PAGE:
Hanergy Plans To Build Solar Powered Cars


Hanergy is a large Chinese company that specializes in making advanced thin film solar panels. In a twist on Elon Musk’s plan to morph Tesla Motors into an energy company that sells rooftop systems, Hanergy wants to go in the opposite direction. It wants to use it expertise in solar panels to launch a foray into the automotive business.

Hanergy solar powered cars

On July 2, it launched 4 solar powered vehicles at a gala ceremony outside its headquarters in Beijing. Called “Disruptive Innovations Drive the Future,” it provided a showcase for the Hanergy Solar R sports car, along with the Hanergy Solar O, Hanergy Solar L, and Hanergy Solar A, all of which are targeted at different segments of the automotive market.

Li Hejun, CEO of Hanergy Holding Group, told the more than 4,000 people who attended the event about the advantages of thin-film solar cells. They are light in weight and flexibile, which makes it possible for them to be integrated into a variety of products such as cars, unmanned aerial vehicles, mobiles, backpacks and clothes. The full solar power vehicles making their debut showcase the latest achievements of Hanergy’s mobile energy strategy, Li said.

With a conversion rate of 31.6%, Hanergy’s gallium arsenide (GaAs) dual-junction solar cell was awarded with a World Record Certificate by the World Record Association at the launch event. The technology had previously been recognized by the National Renewable Energy Laboratory (NREL) of the United States for its world’s highest conversion rate on January 5, 2016.

As Hanergy’s full solar power vehicles acquire power directly from the sun, they do not depend on charging posts and thus have no need to bother with “distance per charge” anymore, making “zero charging” possible during medium and short distance journeys. Breaking the bottleneck of poor practicality of previous solar-powered vehicles, the four launched by Hanergy are the first full thin-film solar power vehicles that can be commercialized, redefining new energy vehicles.

According to Dr. Gao Weimin, vice president of Hanergy Holding Group and CEO of its solar vehicle division, the four solar power vehicles are integrated with flexible GaAs thin-film solar cells, covering 3.5 to 7.5 square meters respectively. Given six hours of sunlight, the thin-film solar cells on the vehicle are able to generate eight to ten kilowatt-hours of power a day. That’s enough to let them travel about 50 miles. That is sufficient range for most daily commuting needs.

The vehicles can recharge themselves while driving. For long distance trips, they can also be plugged in to a conventional EV charger. The lithium batteries in the vehicles have a maximum range of about 200 miles on a full charge.

“The reason I’m here is because I very much believe in what Hanergy is doing by making a car totally powered by solar energy.” said American renewable energy expert Dr. Woodrow W. Clark II, who was present the ceremony. In his view, the full solar power vehicle developed by Hanergy is the symbol of a green industrial revolution.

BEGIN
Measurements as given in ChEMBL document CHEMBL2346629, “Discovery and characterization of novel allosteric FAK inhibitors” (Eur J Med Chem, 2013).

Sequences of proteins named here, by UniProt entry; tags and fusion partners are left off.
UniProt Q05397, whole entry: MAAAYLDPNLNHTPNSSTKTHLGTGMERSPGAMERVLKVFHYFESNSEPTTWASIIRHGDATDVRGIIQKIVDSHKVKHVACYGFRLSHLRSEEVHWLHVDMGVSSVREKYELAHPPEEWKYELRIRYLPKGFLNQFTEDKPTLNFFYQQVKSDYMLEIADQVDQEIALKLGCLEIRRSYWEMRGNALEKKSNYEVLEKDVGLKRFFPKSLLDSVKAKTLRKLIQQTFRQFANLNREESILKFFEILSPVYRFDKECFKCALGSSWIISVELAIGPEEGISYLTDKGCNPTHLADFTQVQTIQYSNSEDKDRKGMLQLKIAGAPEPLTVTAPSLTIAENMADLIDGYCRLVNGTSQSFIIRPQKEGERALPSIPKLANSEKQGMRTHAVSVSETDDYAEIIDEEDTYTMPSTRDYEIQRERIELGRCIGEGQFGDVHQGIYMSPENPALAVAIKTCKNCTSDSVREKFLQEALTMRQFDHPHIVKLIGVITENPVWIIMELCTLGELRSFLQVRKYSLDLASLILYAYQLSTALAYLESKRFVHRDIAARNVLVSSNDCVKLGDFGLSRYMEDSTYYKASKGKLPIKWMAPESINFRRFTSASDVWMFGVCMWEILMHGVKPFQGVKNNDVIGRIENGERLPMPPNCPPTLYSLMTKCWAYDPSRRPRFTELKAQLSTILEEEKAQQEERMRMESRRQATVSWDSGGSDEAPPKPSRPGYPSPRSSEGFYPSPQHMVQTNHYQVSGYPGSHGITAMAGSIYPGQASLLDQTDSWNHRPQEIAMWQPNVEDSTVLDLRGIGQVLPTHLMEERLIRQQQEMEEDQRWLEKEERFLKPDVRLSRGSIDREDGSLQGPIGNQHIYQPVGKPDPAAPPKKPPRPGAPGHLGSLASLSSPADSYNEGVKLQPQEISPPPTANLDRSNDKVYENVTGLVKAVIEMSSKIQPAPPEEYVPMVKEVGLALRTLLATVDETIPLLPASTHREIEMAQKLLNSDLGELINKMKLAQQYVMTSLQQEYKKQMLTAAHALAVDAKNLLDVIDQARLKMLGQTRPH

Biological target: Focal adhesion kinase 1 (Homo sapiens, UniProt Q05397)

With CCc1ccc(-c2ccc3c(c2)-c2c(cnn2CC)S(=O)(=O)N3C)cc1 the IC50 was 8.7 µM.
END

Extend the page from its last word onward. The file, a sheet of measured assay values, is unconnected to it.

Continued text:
Hanergy Holding Group is a multinational clean energy company and the world’s leading thin film solar power company. Established in 1994, it has branches throughout China as well as all 7 continents. Its core businesses included hydropower, wind power and thin-film solar power.

We have almost no details on the vehicles Hanergy says it will build, but the idea of getting a portion of the energy needed to power electric cars directly from the sun is intriguing.


About the Author

I have been a car nut since the days when Rob Walker and Henry N. Manney, III graced the pages of Road & Track. Today, I use my trusty Miata for TSD rallies and occasional track days at Lime Rock and Watkins Glen. If it moves on wheels, I'm interested in it. Please follow me on Google + and Twitter.
  • Kieran Delaney

    Didn’t Fisker try this, and fail?

  • Tadeusz Piskozub

    More like 30 miles probably, but that’s still impressive.

    I was wondering how they achieved 7.5 square metres. After some googling I found, that the trick here is that the panels on the roof are normally folded and can be extended when parked.

    Obviously this is going to pose a problem in mostly occupied parking lots, but then again the theoretical limit for multi-junction solar cells is 86.6%, so I guess there’s room for improvement here.

    • Steve Hanley

      Good sleuthing. Thanks for that information.

    • Joe Viocoe

      I would worry about thieves at that point. It is one thing to have to steal a modern car nowadays… but another to pull up with a pickup truck and some power tools.

  • John Floyd

    Solar powered cars? They will be the best option. Especially at the places where sun is not shining lol. 50 miles will not be helpful anyway. Especially if to compare it with Neutrino Inc EV which has a 1250 miles per charge…

  • super390

    The places where these cars can get the most charge are the places where the sun does the most damage to cars parked outside. So durability is a bigger issue than just the cells themselves. If I lived in Arizona I’d want this because I would rarely be able to park in the shade and so I need the car to automatically run its air conditioning before I get in. Southeast Asia, however, can be plenty hot on its many cloudy days.

    It’s unlikely that expensive gallium arsenide cells will pay their way here. Thin-film polymer cells would protect themselves and their car better at the expense of much less energy collection. When better film cells arrive, they will quietly become available as options on future EVs, but offer only incremental increases in range.